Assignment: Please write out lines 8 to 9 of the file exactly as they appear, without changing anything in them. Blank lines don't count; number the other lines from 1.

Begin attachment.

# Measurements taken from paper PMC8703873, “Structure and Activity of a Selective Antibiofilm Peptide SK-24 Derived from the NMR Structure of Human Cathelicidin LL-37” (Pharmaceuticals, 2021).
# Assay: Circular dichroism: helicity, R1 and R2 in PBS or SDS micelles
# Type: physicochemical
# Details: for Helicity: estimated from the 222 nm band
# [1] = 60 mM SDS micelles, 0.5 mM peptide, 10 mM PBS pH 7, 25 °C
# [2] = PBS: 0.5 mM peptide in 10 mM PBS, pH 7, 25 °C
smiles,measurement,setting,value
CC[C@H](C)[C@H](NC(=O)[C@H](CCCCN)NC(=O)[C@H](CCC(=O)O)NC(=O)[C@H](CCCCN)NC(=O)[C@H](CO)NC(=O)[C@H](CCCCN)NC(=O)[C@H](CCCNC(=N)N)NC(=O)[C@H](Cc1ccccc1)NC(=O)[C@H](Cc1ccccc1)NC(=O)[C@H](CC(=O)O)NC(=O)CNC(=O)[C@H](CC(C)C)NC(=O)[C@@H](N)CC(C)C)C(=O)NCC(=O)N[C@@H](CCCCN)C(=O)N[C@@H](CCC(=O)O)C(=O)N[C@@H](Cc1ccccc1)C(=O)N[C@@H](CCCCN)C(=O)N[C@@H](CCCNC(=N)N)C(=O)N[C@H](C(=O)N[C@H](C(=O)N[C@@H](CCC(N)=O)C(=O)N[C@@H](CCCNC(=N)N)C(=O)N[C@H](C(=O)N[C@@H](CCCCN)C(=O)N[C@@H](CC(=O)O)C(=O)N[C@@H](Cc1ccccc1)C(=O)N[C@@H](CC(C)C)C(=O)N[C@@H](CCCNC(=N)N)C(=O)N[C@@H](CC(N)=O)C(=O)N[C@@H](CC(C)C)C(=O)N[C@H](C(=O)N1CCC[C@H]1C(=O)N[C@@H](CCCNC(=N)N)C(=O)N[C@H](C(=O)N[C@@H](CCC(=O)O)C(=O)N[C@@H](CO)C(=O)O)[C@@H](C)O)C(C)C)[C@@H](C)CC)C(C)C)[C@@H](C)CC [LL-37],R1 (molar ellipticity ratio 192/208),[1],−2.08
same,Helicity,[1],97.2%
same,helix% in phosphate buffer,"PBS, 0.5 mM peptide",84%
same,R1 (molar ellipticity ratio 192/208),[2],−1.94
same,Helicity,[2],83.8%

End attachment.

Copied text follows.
CC[C@H](C)[C@H](NC(=O)[C@H](CCCCN)NC(=O)[C@H](CCC(=O)O)NC(=O)[C@H](CCCCN)NC(=O)[C@H](CO)NC(=O)[C@H](CCCCN)NC(=O)[C@H](CCCNC(=N)N)NC(=O)[C@H](Cc1ccccc1)NC(=O)[C@H](Cc1ccccc1)NC(=O)[C@H](CC(=O)O)NC(=O)CNC(=O)[C@H](CC(C)C)NC(=O)[C@@H](N)CC(C)C)C(=O)NCC(=O)N[C@@H](CCCCN)C(=O)N[C@@H](CCC(=O)O)C(=O)N[C@@H](Cc1ccccc1)C(=O)N[C@@H](CCCCN)C(=O)N[C@@H](CCCNC(=N)N)C(=O)N[C@H](C(=O)N[C@H](C(=O)N[C@@H](CCC(N)=O)C(=O)N[C@@H](CCCNC(=N)N)C(=O)N[C@H](C(=O)N[C@@H](CCCCN)C(=O)N[C@@H](CC(=O)O)C(=O)N[C@@H](Cc1ccccc1)C(=O)N[C@@H](CC(C)C)C(=O)N[C@@H](CCCNC(=N)N)C(=O)N[C@@H](CC(N)=O)C(=O)N[C@@H](CC(C)C)C(=O)N[C@H](C(=O)N1CCC[C@H]1C(=O)N[C@@H](CCCNC(=N)N)C(=O)N[C@H](C(=O)N[C@@H](CCC(=O)O)C(=O)N[C@@H](CO)C(=O)O)[C@@H](C)O)C(C)C)[C@@H](C)CC)C(C)C)[C@@H](C)CC [LL-37],R1 (molar ellipticity ratio 192/208),[1],−2.08
same,Helicity,[1],97.2%